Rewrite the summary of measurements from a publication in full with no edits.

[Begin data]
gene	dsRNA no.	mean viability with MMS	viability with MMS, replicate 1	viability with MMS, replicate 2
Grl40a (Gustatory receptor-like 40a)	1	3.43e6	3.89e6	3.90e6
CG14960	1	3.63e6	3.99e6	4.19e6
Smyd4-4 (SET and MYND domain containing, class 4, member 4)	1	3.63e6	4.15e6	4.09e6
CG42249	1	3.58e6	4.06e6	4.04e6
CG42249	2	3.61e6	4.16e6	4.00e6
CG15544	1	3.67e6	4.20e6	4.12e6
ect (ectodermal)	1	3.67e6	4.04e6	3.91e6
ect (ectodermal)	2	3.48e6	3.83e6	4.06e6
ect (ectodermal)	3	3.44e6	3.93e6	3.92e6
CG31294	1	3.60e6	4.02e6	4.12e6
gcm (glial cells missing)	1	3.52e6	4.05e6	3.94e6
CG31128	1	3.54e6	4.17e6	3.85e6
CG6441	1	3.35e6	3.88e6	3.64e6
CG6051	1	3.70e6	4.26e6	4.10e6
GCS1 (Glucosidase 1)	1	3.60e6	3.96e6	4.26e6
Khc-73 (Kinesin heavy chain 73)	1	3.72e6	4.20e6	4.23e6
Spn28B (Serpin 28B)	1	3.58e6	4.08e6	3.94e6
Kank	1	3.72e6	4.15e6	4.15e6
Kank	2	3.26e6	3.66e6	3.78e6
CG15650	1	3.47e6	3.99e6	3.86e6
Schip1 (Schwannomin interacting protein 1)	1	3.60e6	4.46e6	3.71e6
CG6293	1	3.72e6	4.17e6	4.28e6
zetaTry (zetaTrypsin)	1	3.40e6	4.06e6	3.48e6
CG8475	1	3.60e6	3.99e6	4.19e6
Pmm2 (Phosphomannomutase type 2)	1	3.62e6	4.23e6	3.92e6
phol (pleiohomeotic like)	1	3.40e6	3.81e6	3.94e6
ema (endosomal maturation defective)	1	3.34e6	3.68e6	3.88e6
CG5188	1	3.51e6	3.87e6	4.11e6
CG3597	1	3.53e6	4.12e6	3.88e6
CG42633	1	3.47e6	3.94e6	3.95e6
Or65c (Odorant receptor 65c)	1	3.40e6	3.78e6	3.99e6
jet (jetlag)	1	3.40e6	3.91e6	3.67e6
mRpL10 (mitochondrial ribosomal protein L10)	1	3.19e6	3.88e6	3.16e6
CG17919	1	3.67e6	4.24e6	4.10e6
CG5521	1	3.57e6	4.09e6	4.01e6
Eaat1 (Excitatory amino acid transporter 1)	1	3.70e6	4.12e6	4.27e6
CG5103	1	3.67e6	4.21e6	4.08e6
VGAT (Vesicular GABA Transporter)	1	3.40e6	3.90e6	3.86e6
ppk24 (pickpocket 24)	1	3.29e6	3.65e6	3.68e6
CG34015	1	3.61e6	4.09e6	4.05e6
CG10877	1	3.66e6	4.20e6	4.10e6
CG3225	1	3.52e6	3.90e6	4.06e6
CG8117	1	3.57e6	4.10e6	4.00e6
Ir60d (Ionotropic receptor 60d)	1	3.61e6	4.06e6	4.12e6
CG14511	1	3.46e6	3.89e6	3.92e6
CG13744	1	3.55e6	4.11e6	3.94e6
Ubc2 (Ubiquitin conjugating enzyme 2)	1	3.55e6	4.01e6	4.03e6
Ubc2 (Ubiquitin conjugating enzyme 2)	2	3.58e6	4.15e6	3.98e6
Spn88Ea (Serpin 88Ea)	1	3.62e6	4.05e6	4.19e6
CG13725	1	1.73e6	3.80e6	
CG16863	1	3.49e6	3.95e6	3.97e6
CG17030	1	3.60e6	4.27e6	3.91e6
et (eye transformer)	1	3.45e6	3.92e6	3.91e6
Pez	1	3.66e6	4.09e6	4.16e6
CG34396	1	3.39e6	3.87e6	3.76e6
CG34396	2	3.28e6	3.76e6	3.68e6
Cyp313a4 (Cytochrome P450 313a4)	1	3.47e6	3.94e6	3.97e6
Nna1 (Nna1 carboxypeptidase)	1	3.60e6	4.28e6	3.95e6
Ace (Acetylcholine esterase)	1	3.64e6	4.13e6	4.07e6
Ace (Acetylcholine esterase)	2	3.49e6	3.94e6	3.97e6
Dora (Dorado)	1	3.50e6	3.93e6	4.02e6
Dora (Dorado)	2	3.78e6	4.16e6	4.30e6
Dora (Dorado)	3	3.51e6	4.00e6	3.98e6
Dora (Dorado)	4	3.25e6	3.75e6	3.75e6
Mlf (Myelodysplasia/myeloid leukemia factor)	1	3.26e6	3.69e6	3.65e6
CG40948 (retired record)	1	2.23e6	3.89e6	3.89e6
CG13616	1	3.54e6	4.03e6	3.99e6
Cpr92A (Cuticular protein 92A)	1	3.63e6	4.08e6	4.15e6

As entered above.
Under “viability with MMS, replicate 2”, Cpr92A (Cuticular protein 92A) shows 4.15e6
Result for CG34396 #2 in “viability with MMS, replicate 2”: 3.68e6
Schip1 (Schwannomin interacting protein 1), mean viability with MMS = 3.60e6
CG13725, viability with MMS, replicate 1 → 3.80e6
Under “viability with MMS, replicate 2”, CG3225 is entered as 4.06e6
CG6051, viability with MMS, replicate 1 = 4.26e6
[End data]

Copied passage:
gene	dsRNA no.	mean viability with MMS	viability with MMS, replicate 1	viability with MMS, replicate 2
Grl40a (Gustatory receptor-like 40a)	1	3.43e6	3.89e6	3.90e6
CG14960	1	3.63e6	3.99e6	4.19e6
Smyd4-4 (SET and MYND domain containing, class 4, member 4)	1	3.63e6	4.15e6	4.09e6
CG42249	1	3.58e6	4.06e6	4.04e6
CG42249	2	3.61e6	4.16e6	4.00e6
CG15544	1	3.67e6	4.20e6	4.12e6
ect (ectodermal)	1	3.67e6	4.04e6	3.91e6
ect (ectodermal)	2	3.48e6	3.83e6	4.06e6
ect (ectodermal)	3	3.44e6	3.93e6	3.92e6
CG31294	1	3.60e6	4.02e6	4.12e6
gcm (glial cells missing)	1	3.52e6	4.05e6	3.94e6
CG31128	1	3.54e6	4.17e6	3.85e6
CG6441	1	3.35e6	3.88e6	3.64e6
CG6051	1	3.70e6	4.26e6	4.10e6
GCS1 (Glucosidase 1)	1	3.60e6	3.96e6	4.26e6
Khc-73 (Kinesin heavy chain 73)	1	3.72e6	4.20e6	4.23e6
Spn28B (Serpin 28B)	1	3.58e6	4.08e6	3.94e6
Kank	1	3.72e6	4.15e6	4.15e6
Kank	2	3.26e6	3.66e6	3.78e6
CG15650	1	3.47e6	3.99e6	3.86e6
Schip1 (Schwannomin interacting protein 1)	1	3.60e6	4.46e6	3.71e6
CG6293	1	3.72e6	4.17e6	4.28e6
zetaTry (zetaTrypsin)	1	3.40e6	4.06e6	3.48e6
CG8475	1	3.60e6	3.99e6	4.19e6
Pmm2 (Phosphomannomutase type 2)	1	3.62e6	4.23e6	3.92e6
phol (pleiohomeotic like)	1	3.40e6	3.81e6	3.94e6
ema (endosomal maturation defective)	1	3.34e6	3.68e6	3.88e6
CG5188	1	3.51e6	3.87e6	4.11e6
CG3597	1	3.53e6	4.12e6	3.88e6
CG42633	1	3.47e6	3.94e6	3.95e6
Or65c (Odorant receptor 65c)	1	3.40e6	3.78e6	3.99e6
jet (jetlag)	1	3.40e6	3.91e6	3.67e6
mRpL10 (mitochondrial ribosomal protein L10)	1	3.19e6	3.88e6	3.16e6
CG17919	1	3.67e6	4.24e6	4.10e6
CG5521	1	3.57e6	4.09e6	4.01e6
Eaat1 (Excitatory amino acid transporter 1)	1	3.70e6	4.12e6	4.27e6
CG5103	1	3.67e6	4.21e6	4.08e6
VGAT (Vesicular GABA Transporter)	1	3.40e6	3.90e6	3.86e6
ppk24 (pickpocket 24)	1	3.29e6	3.65e6	3.68e6
CG34015	1	3.61e6	4.09e6	4.05e6
CG10877	1	3.66e6	4.20e6	4.10e6
CG3225	1	3.52e6	3.90e6	4.06e6
CG8117	1	3.57e6	4.10e6	4.00e6
Ir60d (Ionotropic receptor 60d)	1	3.61e6	4.06e6	4.12e6
CG14511	1	3.46e6	3.89e6	3.92e6
CG13744	1	3.55e6	4.11e6	3.94e6
Ubc2 (Ubiquitin conjugating enzyme 2)	1	3.55e6	4.01e6	4.03e6
Ubc2 (Ubiquitin conjugating enzyme 2)	2	3.58e6	4.15e6	3.98e6
Spn88Ea (Serpin 88Ea)	1	3.62e6	4.05e6	4.19e6
CG13725	1	1.73e6	3.80e6	
CG16863	1	3.49e6	3.95e6	3.97e6
CG17030	1	3.60e6	4.27e6	3.91e6
et (eye transformer)	1	3.45e6	3.92e6	3.91e6
Pez	1	3.66e6	4.09e6	4.16e6
CG34396	1	3.39e6	3.87e6	3.76e6
CG34396	2	3.28e6	3.76e6	3.68e6
Cyp313a4 (Cytochrome P450 313a4)	1	3.47e6	3.94e6	3.97e6
Nna1 (Nna1 carboxypeptidase)	1	3.60e6	4.28e6	3.95e6
Ace (Acetylcholine esterase)	1	3.64e6	4.13e6	4.07e6
Ace (Acetylcholine esterase)	2	3.49e6	3.94e6	3.97e6
Dora (Dorado)	1	3.50e6	3.93e6	4.02e6
Dora (Dorado)	2	3.78e6	4.16e6	4.30e6
Dora (Dorado)	3	3.51e6	4.00e6	3.98e6
Dora (Dorado)	4	3.25e6	3.75e6	3.75e6
Mlf (Myelodysplasia/myeloid leukemia factor)	1	3.26e6	3.69e6	3.65e6
CG40948 (retired record)	1	2.23e6	3.89e6	3.89e6
CG13616	1	3.54e6	4.03e6	3.99e6
Cpr92A (Cuticular protein 92A)	1	3.63e6	4.08e6	4.15e6

As entered above.
Under “viability with MMS, replicate 2”, Cpr92A (Cuticular protein 92A) shows 4.15e6
Result for CG34396 #2 in “viability with MMS, replicate 2”: 3.68e6
Schip1 (Schwannomin interacting protein 1), mean viability with MMS = 3.60e6
CG13725, viability with MMS, replicate 1 → 3.80e6
Under “viability with MMS, replicate 2”, CG3225 is entered as 4.06e6
CG6051, viability with MMS, replicate 1 = 4.26e6